Court rules iPad tracking is not trespassing

Court rules iPad tracking is not trespassing

Summary: The ACT Magistrates Court has ruled that tracking down a stolen iPad using Find My iPhone is no different to calling out to a kidnapped child.

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TOPICS: Apple
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Tracking down a stolen iPad and triggering the alarm for it using Find My iPhone is no different to calling out to a kidnapped child, and is not electronic trespassing, the ACT Magistrates Court has ruled.

Last month, an ACT resident tracked his stolen iPad to a north Canberra residence using the Find My iPhone app, which allows Apple device owners to locate their devices using GPS. Once at the residence, he activated the alarm alert, which traced the sound to within the garage of the residence. The owner then called the police, who searched the property and discovered the iPad among a number of other alleged stolen goods.

In an attempt to avoid being fingerprinted as part of an investigation into the alleged stolen items, the lawyer acting for the defendant claimed that the evidence was obtained unlawfully because the iPad owner "electronically trespassed" on his property by activating the iPad alarm.

Prosecutors labelled the claim as "absurd", and said that if it was trespassing, then Wi-Fi signals that cross property boundaries could also be considered as trespassing.

According to the Canberra Times, Chief Magistrate Lorraine Walker ruled on Friday that the iPad owner did not trespass.

"He could just as easily have shouted out to a kidnapped child and listened to its reply," she reportedly said.

Walker granted the prosecution's application, and ordered the man to present himself to police to have his fingerprints taken.

Topic: Apple

About

Armed with a degree in Computer Science and a Masters in Journalism, Josh keeps a close eye on the telecommunications industry, the National Broadband Network, and all the goings on in government IT.

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12 comments
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  • Court rules iPad tracking is not trespassing

    Kudos to the courts to see the truth.
    RickLively
    • Agree ... but it needs to be more than that

      Lawyers who attempt BS tactics like this should be fined by no less than $100K for wasting the courts time and resources.
      wackoae
      • Gee, how dare that man attempt to defend himself...

        That is more absurd than the lawyer's claim. The lawyer is the advocate for the defendant; he would be remiss if he didn't attempt every possible avenue to help his client. The judge ruled, the case goes on. It might have been only a delay tactic with no expectation of success, giving time to find out who really put that Ipod in the man's garage. Whatever, we have no special insight in the facts, so why jump on the lawyer. If you were accused, you would want a determined advocate also.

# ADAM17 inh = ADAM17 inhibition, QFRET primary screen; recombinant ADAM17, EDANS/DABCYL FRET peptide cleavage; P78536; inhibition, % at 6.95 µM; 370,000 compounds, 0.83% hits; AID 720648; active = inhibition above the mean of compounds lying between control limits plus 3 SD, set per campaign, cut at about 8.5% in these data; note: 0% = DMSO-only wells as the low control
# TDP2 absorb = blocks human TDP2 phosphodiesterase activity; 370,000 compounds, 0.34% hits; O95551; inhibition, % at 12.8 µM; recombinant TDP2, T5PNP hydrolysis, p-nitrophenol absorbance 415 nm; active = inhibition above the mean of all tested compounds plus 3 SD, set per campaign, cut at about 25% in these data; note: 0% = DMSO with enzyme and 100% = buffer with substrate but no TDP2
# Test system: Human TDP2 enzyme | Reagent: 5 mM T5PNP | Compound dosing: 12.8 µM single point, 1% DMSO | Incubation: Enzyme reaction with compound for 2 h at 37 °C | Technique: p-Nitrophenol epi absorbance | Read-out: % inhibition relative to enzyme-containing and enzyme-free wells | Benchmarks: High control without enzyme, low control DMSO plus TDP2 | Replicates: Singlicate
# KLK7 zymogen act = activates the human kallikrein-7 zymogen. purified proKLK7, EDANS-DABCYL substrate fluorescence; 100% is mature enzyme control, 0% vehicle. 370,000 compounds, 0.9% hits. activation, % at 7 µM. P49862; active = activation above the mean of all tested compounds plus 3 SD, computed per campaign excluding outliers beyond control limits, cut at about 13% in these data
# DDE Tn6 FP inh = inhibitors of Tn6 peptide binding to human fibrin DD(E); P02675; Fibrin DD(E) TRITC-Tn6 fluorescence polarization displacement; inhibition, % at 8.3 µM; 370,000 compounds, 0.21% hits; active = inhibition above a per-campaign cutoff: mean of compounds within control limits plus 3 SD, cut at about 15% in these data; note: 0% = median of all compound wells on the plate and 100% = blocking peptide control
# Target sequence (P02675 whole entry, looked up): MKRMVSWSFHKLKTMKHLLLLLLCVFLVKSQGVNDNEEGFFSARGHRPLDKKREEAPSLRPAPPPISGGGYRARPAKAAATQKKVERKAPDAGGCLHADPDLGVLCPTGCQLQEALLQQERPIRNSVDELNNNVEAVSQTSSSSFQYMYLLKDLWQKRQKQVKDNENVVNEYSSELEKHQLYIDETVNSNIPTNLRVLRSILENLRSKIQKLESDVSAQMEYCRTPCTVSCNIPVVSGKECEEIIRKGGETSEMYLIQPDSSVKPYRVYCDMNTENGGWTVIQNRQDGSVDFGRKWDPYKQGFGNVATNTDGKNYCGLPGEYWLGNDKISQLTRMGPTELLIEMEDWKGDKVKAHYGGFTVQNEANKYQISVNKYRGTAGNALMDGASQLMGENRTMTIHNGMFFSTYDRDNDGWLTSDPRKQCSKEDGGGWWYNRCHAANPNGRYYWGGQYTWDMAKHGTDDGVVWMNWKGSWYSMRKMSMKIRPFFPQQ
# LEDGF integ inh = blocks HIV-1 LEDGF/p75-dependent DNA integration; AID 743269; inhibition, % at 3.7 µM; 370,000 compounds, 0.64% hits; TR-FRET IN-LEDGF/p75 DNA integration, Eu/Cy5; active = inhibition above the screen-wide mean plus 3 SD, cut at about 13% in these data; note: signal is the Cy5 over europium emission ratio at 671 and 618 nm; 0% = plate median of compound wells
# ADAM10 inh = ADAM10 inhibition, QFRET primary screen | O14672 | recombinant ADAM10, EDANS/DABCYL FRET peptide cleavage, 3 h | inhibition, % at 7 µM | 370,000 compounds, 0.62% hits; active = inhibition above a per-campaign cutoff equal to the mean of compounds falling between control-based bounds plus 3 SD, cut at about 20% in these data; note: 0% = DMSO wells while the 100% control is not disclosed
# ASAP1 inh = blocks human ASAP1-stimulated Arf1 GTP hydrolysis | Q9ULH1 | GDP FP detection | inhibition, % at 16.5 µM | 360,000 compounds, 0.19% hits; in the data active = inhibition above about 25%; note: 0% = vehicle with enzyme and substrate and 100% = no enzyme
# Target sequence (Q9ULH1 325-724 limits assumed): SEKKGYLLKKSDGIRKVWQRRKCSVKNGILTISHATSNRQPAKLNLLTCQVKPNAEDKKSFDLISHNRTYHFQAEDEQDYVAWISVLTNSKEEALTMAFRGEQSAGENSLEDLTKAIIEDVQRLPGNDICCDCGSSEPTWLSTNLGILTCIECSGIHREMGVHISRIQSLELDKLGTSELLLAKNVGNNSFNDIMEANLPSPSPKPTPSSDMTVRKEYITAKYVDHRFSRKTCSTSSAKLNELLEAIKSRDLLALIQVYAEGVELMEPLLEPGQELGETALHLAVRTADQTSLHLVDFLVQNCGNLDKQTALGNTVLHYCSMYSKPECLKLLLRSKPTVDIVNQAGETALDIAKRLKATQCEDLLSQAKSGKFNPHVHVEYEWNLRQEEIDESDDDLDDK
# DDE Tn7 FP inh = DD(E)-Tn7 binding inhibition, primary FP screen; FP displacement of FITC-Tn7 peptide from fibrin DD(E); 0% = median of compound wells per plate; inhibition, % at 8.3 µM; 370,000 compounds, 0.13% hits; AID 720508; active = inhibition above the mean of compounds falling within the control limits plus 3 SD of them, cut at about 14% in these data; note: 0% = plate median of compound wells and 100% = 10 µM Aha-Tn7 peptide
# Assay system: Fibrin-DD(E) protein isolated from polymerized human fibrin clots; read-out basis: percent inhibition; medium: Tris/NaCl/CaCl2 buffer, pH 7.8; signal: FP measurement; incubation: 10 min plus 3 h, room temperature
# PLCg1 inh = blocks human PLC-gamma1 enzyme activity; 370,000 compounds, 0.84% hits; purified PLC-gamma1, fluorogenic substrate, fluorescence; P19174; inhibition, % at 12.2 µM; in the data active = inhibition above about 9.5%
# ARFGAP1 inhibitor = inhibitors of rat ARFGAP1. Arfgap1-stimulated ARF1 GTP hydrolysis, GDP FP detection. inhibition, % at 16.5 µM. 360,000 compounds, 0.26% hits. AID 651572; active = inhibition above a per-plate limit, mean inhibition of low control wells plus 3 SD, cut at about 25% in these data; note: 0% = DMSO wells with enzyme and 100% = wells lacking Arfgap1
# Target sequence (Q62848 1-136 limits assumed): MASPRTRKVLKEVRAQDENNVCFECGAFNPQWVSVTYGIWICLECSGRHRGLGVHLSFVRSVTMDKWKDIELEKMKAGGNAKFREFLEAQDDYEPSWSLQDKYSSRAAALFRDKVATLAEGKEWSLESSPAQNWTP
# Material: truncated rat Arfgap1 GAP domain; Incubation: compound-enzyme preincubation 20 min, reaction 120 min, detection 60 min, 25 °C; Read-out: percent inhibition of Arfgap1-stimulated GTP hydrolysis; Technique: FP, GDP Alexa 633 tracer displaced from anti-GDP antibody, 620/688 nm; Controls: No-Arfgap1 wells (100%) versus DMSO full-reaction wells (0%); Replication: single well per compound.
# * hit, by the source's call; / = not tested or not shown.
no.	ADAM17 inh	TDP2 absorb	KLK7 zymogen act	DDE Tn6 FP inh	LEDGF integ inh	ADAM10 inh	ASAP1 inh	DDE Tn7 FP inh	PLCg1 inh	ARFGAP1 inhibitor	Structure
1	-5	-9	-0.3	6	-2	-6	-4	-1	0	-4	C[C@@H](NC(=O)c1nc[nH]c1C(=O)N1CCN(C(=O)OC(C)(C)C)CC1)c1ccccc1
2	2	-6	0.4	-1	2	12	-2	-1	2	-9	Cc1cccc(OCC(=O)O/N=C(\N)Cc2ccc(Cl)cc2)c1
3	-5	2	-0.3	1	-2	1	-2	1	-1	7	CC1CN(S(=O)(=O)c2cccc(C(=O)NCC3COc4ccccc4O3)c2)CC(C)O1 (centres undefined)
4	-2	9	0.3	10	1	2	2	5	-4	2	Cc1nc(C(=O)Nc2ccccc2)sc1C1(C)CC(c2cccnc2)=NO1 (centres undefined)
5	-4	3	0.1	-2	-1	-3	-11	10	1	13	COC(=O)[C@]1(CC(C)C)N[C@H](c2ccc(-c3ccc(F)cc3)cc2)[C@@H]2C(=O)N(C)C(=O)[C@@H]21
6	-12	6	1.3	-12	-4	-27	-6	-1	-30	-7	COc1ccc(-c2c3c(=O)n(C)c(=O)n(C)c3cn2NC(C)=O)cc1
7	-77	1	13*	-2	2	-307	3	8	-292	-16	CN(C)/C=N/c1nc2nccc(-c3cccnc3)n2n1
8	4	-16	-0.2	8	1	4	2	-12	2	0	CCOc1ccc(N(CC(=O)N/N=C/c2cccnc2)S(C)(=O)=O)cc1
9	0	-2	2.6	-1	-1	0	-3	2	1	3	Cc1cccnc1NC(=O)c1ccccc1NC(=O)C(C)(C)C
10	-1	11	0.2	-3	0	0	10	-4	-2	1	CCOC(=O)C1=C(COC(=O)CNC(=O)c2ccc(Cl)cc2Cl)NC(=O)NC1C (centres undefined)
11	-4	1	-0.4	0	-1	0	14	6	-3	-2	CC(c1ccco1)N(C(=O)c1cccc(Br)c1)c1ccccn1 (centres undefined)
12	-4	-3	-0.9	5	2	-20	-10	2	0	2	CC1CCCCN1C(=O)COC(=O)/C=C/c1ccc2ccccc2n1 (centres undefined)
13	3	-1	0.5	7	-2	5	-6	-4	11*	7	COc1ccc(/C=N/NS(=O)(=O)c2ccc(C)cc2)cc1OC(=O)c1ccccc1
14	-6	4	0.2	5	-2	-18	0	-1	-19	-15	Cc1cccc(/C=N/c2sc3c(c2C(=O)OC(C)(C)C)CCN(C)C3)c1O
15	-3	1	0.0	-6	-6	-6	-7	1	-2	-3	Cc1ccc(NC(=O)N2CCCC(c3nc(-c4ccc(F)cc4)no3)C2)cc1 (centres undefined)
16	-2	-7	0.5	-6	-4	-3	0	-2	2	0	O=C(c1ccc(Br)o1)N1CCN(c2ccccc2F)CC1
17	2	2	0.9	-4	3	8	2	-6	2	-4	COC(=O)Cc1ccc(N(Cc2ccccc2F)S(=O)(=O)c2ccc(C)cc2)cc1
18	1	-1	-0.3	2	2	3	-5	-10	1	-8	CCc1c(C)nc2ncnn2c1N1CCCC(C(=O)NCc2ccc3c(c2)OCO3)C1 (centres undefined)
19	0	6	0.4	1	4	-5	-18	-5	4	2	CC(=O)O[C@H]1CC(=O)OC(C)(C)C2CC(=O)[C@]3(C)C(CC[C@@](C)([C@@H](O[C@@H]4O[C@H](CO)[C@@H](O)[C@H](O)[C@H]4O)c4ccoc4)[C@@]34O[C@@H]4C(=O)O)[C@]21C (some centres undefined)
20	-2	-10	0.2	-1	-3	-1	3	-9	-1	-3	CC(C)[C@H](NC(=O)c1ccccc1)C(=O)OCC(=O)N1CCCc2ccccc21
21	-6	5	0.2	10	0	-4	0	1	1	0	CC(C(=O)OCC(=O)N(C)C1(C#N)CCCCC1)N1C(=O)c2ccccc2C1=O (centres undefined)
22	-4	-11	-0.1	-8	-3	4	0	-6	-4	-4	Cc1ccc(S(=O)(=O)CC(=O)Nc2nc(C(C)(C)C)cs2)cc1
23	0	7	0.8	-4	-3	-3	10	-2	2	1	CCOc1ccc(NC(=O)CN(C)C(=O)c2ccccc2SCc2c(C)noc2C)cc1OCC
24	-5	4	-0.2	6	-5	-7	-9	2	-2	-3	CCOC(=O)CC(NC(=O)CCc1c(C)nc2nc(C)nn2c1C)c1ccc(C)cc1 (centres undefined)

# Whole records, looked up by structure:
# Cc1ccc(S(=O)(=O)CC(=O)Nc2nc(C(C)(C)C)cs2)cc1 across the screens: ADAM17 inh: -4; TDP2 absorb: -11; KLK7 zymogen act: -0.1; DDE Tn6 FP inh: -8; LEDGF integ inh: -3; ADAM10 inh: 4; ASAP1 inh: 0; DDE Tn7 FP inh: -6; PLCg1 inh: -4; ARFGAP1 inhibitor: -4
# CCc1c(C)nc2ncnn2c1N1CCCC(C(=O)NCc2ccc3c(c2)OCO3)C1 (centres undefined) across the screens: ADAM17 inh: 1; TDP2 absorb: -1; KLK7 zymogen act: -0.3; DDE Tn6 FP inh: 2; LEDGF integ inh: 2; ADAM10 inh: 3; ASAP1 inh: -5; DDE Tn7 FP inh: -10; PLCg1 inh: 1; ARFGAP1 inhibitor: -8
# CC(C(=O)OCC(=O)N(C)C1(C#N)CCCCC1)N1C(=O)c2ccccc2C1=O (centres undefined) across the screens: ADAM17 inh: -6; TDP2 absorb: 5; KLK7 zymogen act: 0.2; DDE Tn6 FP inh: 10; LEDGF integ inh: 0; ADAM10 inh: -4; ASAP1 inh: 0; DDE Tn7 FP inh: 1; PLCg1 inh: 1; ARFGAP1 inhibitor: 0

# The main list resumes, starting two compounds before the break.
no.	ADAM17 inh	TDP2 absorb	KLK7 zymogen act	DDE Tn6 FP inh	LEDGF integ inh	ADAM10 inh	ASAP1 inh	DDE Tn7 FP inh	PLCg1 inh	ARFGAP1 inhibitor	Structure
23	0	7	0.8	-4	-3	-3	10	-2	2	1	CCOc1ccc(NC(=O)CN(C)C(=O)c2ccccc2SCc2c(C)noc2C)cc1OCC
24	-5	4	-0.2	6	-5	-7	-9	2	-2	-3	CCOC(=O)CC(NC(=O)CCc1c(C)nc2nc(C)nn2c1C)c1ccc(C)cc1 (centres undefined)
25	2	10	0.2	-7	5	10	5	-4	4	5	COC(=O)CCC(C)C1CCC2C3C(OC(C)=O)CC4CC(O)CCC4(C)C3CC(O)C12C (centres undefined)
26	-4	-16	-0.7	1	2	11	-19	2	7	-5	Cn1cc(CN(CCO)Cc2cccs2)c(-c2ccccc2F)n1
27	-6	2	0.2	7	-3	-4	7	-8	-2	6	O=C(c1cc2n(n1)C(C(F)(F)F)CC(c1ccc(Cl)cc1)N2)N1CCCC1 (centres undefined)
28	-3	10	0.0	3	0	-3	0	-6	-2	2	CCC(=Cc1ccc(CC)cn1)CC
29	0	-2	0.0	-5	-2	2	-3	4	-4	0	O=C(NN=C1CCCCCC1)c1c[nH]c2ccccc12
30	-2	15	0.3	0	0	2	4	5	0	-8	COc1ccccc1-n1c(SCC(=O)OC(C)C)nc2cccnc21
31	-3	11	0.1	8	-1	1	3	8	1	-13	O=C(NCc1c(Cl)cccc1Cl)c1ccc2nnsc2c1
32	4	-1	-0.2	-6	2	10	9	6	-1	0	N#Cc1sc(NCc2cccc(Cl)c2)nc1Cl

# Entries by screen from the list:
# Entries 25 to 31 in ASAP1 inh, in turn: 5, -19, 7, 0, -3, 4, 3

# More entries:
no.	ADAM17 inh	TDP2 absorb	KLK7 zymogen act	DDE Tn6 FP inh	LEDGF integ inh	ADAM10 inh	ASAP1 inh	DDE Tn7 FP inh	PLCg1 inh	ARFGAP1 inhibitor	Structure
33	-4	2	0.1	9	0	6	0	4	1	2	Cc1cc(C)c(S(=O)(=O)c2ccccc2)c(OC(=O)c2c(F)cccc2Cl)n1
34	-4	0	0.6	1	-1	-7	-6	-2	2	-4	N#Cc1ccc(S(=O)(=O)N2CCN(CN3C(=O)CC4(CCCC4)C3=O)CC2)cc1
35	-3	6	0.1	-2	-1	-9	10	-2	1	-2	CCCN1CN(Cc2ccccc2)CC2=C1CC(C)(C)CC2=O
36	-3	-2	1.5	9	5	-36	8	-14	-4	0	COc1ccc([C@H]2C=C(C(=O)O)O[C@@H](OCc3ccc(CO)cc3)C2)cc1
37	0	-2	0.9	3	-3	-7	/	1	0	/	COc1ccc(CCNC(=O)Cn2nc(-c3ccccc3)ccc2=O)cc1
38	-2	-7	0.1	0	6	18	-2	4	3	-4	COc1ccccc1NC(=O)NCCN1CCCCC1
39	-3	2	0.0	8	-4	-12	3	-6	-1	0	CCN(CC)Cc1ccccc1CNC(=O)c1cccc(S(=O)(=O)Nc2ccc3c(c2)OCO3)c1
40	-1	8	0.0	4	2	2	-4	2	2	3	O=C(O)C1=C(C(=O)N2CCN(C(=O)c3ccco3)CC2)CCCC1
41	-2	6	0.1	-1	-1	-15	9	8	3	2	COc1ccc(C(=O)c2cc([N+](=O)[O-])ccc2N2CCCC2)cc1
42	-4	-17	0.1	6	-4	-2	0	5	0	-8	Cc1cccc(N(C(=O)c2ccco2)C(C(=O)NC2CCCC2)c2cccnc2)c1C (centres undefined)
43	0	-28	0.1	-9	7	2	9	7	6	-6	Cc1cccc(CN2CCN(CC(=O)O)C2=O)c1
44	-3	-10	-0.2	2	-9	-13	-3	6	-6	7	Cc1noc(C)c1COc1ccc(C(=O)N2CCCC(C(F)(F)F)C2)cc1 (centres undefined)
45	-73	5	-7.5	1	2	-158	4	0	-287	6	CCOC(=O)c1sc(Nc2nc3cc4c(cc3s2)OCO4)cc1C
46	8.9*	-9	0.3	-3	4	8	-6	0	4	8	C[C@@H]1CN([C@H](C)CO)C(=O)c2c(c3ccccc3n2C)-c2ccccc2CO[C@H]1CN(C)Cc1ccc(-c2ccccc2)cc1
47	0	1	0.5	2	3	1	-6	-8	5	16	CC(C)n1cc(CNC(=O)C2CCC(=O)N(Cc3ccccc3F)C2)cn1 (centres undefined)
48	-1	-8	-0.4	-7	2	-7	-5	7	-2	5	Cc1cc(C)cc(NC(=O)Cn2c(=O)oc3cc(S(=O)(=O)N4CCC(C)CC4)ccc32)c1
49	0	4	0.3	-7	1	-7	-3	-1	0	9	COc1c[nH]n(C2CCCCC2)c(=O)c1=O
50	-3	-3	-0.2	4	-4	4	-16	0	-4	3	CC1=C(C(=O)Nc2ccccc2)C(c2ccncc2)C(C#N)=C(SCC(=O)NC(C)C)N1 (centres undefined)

Elwood Diverse
    • And kudos to this guy for using tech to

      track down his Ipad and having the smarts to get the police, instead of taking the law into his own hands....

      Great story!!
      Thanks..
      TW
      T-Wrench
  • You can tell

    You can tell a guy is just a little too fond of his tech if he associates losing his gadgets with losing his kid!
    dsf3g
    • The analogy

      was used so that simple minded folks could follow along. You call out to your child in a language that they understand and you call out to your tech equipment in a language that it understands. Simple.
      wingnut1024
    • Reading comprehension is hard!

      Read the subject :)
      barts185
  • Read the story...

    he didn't associate it with a lost kid - the judge did. The judge associated sending a signal to the device to cause the alarm to go off to be similar to calling out a missing child's name to get them to answer verbally in order to locate their exact position.
    Unusual1
    • The analogy could have even been different...

      Many cars use what is called a Lo Jack system that uses GPS so they can be found when stolen. So, the Judge could have compared the iPad GPS locater program with that of the Lo Jack GPS locater system for cars instead of a kidnapped child. All three are essentially the same, and one searching for his or her things should not be considered trespassing when sending an electronic signal to locate their stuff. The comparison there for the electronic signal was to Wi-Fi. The guy did call the police once it was located, since he could not brake into the garage, which would have been trespassing on the owners property.
      mustang_z
  • Toddy - What the hell?

    Waiting for your twisted pearl of wisdom on this one. After-all, Apple must be at fault somehow!
    Gr8Music
  • Common sense won?

    Heh... good to see the case laughed out of court. I have no sympathy for a caught criminal, especially one who uses cheap tactics like "electronic trespassing".
    dmh_paul
  • Prevent Tracking

    Detracktor com has more information about eavesdropping and tracking as well as how to stop it.
    Joe Detracktor